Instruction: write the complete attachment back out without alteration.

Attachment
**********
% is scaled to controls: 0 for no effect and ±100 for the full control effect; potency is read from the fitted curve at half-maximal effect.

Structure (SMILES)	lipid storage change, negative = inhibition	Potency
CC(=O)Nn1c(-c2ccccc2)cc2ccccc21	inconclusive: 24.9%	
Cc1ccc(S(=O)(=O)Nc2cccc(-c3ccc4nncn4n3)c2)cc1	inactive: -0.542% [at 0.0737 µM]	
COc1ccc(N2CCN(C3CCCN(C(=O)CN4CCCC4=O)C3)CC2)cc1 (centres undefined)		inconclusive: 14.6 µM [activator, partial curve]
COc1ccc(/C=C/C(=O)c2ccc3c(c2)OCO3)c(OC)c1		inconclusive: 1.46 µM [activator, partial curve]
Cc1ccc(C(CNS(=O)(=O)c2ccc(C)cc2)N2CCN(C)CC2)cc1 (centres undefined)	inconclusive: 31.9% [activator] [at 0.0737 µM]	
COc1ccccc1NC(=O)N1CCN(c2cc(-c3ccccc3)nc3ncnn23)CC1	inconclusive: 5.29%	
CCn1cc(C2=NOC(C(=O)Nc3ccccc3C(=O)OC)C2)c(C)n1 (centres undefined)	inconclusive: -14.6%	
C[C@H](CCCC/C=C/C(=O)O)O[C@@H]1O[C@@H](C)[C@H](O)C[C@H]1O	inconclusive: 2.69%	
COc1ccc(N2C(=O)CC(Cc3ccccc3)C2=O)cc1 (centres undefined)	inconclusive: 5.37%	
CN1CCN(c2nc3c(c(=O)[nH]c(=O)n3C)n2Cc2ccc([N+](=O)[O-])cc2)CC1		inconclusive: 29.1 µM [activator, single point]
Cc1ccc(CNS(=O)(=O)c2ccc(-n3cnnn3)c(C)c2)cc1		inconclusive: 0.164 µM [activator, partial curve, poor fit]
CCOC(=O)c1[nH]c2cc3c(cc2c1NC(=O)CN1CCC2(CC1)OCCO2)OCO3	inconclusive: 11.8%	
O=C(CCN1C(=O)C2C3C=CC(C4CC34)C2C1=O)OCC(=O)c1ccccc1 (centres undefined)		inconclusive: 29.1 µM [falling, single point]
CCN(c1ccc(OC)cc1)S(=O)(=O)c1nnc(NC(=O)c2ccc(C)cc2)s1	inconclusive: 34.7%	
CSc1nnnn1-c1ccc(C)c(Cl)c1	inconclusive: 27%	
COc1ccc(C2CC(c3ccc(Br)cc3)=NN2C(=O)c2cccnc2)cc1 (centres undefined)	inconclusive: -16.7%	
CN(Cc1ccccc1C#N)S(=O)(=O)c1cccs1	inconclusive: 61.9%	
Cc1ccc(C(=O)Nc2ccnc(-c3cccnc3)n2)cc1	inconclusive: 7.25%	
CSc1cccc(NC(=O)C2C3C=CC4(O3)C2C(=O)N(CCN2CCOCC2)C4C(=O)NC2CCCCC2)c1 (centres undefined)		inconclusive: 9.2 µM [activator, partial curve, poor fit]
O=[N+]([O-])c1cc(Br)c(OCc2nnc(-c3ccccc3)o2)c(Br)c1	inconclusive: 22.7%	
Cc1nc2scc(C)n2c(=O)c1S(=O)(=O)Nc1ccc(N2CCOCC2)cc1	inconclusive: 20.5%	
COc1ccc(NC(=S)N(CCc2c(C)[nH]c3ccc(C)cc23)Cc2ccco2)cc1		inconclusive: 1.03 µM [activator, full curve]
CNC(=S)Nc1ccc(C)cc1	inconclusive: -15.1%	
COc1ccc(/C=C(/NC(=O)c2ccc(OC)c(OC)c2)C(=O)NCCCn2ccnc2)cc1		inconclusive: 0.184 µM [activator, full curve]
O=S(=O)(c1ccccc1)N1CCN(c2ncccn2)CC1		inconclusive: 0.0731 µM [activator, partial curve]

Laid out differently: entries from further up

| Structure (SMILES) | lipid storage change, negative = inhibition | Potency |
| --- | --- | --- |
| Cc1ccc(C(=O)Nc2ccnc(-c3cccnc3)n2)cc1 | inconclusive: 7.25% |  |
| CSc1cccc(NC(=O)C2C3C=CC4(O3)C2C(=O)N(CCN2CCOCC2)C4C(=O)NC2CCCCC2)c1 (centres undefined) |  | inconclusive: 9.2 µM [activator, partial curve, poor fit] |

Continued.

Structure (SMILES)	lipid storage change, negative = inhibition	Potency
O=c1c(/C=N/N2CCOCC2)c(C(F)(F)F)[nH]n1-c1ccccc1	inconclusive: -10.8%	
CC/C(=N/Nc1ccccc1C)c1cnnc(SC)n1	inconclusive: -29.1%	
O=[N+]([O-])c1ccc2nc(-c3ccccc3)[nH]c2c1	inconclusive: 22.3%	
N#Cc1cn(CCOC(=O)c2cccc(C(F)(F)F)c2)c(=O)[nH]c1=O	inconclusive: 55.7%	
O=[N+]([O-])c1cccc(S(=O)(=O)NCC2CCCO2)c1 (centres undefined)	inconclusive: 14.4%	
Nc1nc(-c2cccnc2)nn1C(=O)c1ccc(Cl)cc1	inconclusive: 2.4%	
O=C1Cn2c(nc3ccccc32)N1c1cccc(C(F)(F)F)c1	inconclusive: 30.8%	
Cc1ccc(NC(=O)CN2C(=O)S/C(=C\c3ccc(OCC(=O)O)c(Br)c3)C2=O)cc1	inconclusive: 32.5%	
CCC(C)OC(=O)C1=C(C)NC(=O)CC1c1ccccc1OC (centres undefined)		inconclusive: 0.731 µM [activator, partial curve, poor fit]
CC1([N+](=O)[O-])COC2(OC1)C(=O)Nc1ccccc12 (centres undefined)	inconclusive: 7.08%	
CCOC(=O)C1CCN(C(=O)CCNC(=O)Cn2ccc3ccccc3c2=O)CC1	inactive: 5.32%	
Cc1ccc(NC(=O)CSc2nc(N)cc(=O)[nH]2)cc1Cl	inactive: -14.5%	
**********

% is scaled to controls: 0 for no effect and ±100 for the full control effect; potency is read from the fitted curve at half-maximal effect.

Structure (SMILES)	lipid storage change, negative = inhibition	Potency
CC(=O)Nn1c(-c2ccccc2)cc2ccccc21	inconclusive: 24.9%	
Cc1ccc(S(=O)(=O)Nc2cccc(-c3ccc4nncn4n3)c2)cc1	inactive: -0.542% [at 0.0737 µM]	
COc1ccc(N2CCN(C3CCCN(C(=O)CN4CCCC4=O)C3)CC2)cc1 (centres undefined)		inconclusive: 14.6 µM [activator, partial curve]
COc1ccc(/C=C/C(=O)c2ccc3c(c2)OCO3)c(OC)c1		inconclusive: 1.46 µM [activator, partial curve]
Cc1ccc(C(CNS(=O)(=O)c2ccc(C)cc2)N2CCN(C)CC2)cc1 (centres undefined)	inconclusive: 31.9% [activator] [at 0.0737 µM]	
COc1ccccc1NC(=O)N1CCN(c2cc(-c3ccccc3)nc3ncnn23)CC1	inconclusive: 5.29%	
CCn1cc(C2=NOC(C(=O)Nc3ccccc3C(=O)OC)C2)c(C)n1 (centres undefined)	inconclusive: -14.6%	
C[C@H](CCCC/C=C/C(=O)O)O[C@@H]1O[C@@H](C)[C@H](O)C[C@H]1O	inconclusive: 2.69%	
COc1ccc(N2C(=O)CC(Cc3ccccc3)C2=O)cc1 (centres undefined)	inconclusive: 5.37%	
CN1CCN(c2nc3c(c(=O)[nH]c(=O)n3C)n2Cc2ccc([N+](=O)[O-])cc2)CC1		inconclusive: 29.1 µM [activator, single point]
Cc1ccc(CNS(=O)(=O)c2ccc(-n3cnnn3)c(C)c2)cc1		inconclusive: 0.164 µM [activator, partial curve, poor fit]
CCOC(=O)c1[nH]c2cc3c(cc2c1NC(=O)CN1CCC2(CC1)OCCO2)OCO3	inconclusive: 11.8%	
O=C(CCN1C(=O)C2C3C=CC(C4CC34)C2C1=O)OCC(=O)c1ccccc1 (centres undefined)		inconclusive: 29.1 µM [falling, single point]
CCN(c1ccc(OC)cc1)S(=O)(=O)c1nnc(NC(=O)c2ccc(C)cc2)s1	inconclusive: 34.7%	
CSc1nnnn1-c1ccc(C)c(Cl)c1	inconclusive: 27%	
COc1ccc(C2CC(c3ccc(Br)cc3)=NN2C(=O)c2cccnc2)cc1 (centres undefined)	inconclusive: -16.7%	
CN(Cc1ccccc1C#N)S(=O)(=O)c1cccs1	inconclusive: 61.9%	
Cc1ccc(C(=O)Nc2ccnc(-c3cccnc3)n2)cc1	inconclusive: 7.25%	
CSc1cccc(NC(=O)C2C3C=CC4(O3)C2C(=O)N(CCN2CCOCC2)C4C(=O)NC2CCCCC2)c1 (centres undefined)		inconclusive: 9.2 µM [activator, partial curve, poor fit]
O=[N+]([O-])c1cc(Br)c(OCc2nnc(-c3ccccc3)o2)c(Br)c1	inconclusive: 22.7%	
Cc1nc2scc(C)n2c(=O)c1S(=O)(=O)Nc1ccc(N2CCOCC2)cc1	inconclusive: 20.5%	
COc1ccc(NC(=S)N(CCc2c(C)[nH]c3ccc(C)cc23)Cc2ccco2)cc1		inconclusive: 1.03 µM [activator, full curve]
CNC(=S)Nc1ccc(C)cc1	inconclusive: -15.1%	
COc1ccc(/C=C(/NC(=O)c2ccc(OC)c(OC)c2)C(=O)NCCCn2ccnc2)cc1		inconclusive: 0.184 µM [activator, full curve]
O=S(=O)(c1ccccc1)N1CCN(c2ncccn2)CC1		inconclusive: 0.0731 µM [activator, partial curve]

Laid out differently: entries from further up

| Structure (SMILES) | lipid storage change, negative = inhibition | Potency |
| --- | --- | --- |
| Cc1ccc(C(=O)Nc2ccnc(-c3cccnc3)n2)cc1 | inconclusive: 7.25% |  |
| CSc1cccc(NC(=O)C2C3C=CC4(O3)C2C(=O)N(CCN2CCOCC2)C4C(=O)NC2CCCCC2)c1 (centres undefined) |  | inconclusive: 9.2 µM [activator, partial curve, poor fit] |

Continued.

Structure (SMILES)	lipid storage change, negative = inhibition	Potency
O=c1c(/C=N/N2CCOCC2)c(C(F)(F)F)[nH]n1-c1ccccc1	inconclusive: -10.8%	
CC/C(=N/Nc1ccccc1C)c1cnnc(SC)n1	inconclusive: -29.1%	
O=[N+]([O-])c1ccc2nc(-c3ccccc3)[nH]c2c1	inconclusive: 22.3%	
N#Cc1cn(CCOC(=O)c2cccc(C(F)(F)F)c2)c(=O)[nH]c1=O	inconclusive: 55.7%	
O=[N+]([O-])c1cccc(S(=O)(=O)NCC2CCCO2)c1 (centres undefined)	inconclusive: 14.4%	
Nc1nc(-c2cccnc2)nn1C(=O)c1ccc(Cl)cc1	inconclusive: 2.4%	
O=C1Cn2c(nc3ccccc32)N1c1cccc(C(F)(F)F)c1	inconclusive: 30.8%	
Cc1ccc(NC(=O)CN2C(=O)S/C(=C\c3ccc(OCC(=O)O)c(Br)c3)C2=O)cc1	inconclusive: 32.5%	
CCC(C)OC(=O)C1=C(C)NC(=O)CC1c1ccccc1OC (centres undefined)		inconclusive: 0.731 µM [activator, partial curve, poor fit]
CC1([N+](=O)[O-])COC2(OC1)C(=O)Nc1ccccc12 (centres undefined)	inconclusive: 7.08%	
CCOC(=O)C1CCN(C(=O)CCNC(=O)Cn2ccc3ccccc3c2=O)CC1	inactive: 5.32%	
Cc1ccc(NC(=O)CSc2nc(N)cc(=O)[nH]2)cc1Cl	inactive: -14.5%	